Gregory Coccaro Jr., owner of North State Custom in Bedford Hills, N.Y., recently filed an $11.5 million lawsuit against Mercedes-Benz USA and Celebrity Auto of Westchester alleging that the dealership demanded kickbacks and other concessions in exchange for renewing the shop’s Mercedes-Benz collision repair certification.
Now the Mercedes-Benz dealership is suing Coccaro.
Celebrity Auto of Westchester – doing business as Mercedes-Benz of Goldens Bridge – has filed a countersuit against North State Custom, alleging defamation, abuse of process “and other claims arising out of the false statements” that the body shop made against the dealership in Coccaro’s lawsuit, according to Celebrity Auto attorney Marc Gross.
The countersuit also asks a New York state court to dismiss Coccaro’s “frivolous” lawsuit.
“Celebrity’s court papers attach proof of its New York state repair shop license, and it asserts strongly that it has at all times acted in accordance with New York state Law,” Gross said in a news release.
In Coccaro’s 73-page complaint, North State owners Coccaro Jr. and Frank Masella allege that following a routine re-certification audit by Mercedes-Benz – in which North State received a favorable review – Celebrity Auto told the shop that unless North State allowed Celebrity to hold itself out as the repairer of its customers’ vehicles, agreed to allow Celebrity to set the manner and price of repairs and paid a set percentage of its labor costs to Celebrity as a “kickback,” Celebrity would withhold its sponsorship of North State in the Mercedes-Benz USA Certified Collision Program.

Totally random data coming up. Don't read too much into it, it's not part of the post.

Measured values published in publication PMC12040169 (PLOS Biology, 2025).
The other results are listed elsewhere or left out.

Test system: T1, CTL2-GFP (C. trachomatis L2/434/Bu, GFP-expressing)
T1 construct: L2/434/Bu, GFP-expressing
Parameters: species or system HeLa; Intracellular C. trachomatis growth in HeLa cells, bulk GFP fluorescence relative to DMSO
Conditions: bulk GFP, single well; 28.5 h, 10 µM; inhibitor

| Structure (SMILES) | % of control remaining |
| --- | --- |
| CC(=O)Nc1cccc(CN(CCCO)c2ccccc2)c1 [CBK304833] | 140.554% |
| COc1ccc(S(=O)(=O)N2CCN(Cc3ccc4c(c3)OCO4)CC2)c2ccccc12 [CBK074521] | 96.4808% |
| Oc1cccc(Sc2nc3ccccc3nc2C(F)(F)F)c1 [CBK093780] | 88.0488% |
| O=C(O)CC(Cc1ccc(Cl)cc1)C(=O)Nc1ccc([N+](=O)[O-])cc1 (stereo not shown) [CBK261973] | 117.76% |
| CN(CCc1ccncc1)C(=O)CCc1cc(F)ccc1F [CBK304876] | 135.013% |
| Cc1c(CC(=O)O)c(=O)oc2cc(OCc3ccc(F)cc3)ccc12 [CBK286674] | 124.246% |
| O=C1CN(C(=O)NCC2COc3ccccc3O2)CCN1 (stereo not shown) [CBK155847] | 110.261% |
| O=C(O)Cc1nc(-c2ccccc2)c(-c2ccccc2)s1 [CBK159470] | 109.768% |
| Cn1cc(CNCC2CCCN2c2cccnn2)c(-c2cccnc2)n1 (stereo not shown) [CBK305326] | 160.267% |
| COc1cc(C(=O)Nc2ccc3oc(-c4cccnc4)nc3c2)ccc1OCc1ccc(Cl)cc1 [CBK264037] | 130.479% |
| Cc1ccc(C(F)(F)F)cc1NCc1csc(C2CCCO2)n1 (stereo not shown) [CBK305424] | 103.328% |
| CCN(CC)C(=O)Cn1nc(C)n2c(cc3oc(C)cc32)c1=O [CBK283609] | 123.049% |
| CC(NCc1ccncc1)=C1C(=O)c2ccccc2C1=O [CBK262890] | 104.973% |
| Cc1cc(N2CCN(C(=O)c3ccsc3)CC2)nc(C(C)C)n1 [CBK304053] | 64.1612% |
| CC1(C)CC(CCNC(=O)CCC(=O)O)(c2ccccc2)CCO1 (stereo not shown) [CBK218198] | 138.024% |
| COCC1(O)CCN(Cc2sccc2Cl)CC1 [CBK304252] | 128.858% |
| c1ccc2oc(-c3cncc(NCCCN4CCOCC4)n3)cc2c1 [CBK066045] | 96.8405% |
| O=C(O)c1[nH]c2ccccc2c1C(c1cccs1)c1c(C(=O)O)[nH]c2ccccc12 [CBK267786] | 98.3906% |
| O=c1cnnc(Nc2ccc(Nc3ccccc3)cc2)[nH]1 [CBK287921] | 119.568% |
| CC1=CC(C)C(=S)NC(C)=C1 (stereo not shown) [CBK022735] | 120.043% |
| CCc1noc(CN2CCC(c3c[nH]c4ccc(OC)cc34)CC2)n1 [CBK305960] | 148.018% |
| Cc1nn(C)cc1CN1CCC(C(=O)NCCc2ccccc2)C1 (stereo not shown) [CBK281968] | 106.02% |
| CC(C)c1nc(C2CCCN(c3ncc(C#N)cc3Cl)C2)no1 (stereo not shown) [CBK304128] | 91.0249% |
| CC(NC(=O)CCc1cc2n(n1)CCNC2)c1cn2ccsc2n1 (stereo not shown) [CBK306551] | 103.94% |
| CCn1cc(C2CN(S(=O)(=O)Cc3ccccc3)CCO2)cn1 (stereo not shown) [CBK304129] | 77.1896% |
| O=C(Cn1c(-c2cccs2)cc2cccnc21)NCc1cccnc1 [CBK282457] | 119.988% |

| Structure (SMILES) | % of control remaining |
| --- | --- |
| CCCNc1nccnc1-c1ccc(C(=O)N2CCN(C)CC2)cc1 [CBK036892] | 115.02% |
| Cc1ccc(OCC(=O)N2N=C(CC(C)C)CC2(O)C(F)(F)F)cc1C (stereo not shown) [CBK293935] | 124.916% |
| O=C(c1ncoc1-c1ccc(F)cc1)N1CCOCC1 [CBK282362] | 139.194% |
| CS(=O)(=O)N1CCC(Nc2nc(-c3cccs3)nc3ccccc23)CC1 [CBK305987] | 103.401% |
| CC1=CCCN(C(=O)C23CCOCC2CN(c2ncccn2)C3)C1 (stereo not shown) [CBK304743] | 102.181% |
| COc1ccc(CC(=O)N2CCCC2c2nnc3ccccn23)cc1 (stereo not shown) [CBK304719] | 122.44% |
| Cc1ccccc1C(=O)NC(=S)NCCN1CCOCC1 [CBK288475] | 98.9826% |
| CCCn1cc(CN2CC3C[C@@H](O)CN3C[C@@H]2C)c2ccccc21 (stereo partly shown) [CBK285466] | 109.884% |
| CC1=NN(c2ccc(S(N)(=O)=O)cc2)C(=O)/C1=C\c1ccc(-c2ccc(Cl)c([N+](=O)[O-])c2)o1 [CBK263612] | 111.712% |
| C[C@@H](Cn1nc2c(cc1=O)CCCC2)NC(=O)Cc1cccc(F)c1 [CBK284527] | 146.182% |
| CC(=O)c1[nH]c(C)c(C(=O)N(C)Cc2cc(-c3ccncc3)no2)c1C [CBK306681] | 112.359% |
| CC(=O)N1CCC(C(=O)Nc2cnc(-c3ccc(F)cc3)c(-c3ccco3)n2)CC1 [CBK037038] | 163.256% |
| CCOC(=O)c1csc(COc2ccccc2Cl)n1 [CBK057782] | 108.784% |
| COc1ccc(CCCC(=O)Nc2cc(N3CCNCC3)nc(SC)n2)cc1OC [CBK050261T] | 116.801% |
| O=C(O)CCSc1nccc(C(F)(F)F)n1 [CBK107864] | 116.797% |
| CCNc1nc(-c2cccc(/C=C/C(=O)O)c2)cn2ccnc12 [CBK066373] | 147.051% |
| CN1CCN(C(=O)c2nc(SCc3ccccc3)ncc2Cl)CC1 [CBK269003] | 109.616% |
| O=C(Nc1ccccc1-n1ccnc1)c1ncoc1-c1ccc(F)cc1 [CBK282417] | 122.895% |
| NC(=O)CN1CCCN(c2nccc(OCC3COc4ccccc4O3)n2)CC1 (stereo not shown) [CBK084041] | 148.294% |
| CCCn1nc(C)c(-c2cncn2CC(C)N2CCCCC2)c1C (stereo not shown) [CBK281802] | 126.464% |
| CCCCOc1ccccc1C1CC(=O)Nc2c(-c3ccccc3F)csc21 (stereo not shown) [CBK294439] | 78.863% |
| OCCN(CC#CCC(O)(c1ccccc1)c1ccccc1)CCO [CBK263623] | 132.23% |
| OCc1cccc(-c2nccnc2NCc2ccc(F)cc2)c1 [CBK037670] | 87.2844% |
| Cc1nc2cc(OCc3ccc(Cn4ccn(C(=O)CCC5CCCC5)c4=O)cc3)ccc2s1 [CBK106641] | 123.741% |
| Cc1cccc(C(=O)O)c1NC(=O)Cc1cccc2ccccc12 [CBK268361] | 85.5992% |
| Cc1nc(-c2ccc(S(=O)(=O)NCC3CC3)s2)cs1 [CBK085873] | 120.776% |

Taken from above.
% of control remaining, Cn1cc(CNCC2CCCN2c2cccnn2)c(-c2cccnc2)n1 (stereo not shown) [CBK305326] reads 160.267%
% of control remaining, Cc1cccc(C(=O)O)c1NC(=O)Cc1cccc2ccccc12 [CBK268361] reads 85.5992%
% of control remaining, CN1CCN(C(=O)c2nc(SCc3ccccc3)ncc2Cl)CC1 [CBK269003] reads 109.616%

According to Coccaro’s lawsuit, the dealership’s demands constitute serious violations of New York State’s repair regulations, which require that only a licensed collision repair facility may negotiate a repair price with an insurance company and only a licensed collision repair facility may sign the state-mandated certification of repair, which validates the repair for the consumer.
“Not only is Celebrity a licensed, fully authorized repair shop, North State and Coccaro acted in reckless disregard for the truth when they made their false allegations, and they grossly failed to conduct even the most minimal due diligence,” Gross countered. “All they had to do was check New York’s DMV website and they would have seen for themselves that Celebrity is fully licensed.”
According to Celebrity’s court papers, North State and Coccaro failed to check their facts before making outrageous and damaging claims against Celebrity’s business, before filing their suit and before giving interviews in which they repeatedly stated that Celebrity engaged in unlawful activity.
“We intend to hold North State and Coccaro accountable to the fullest extent under the law,” said Gross. “Suing a business and seeking to harm its reputation and recklessly utilizing false facts is not something that should go unpunished.”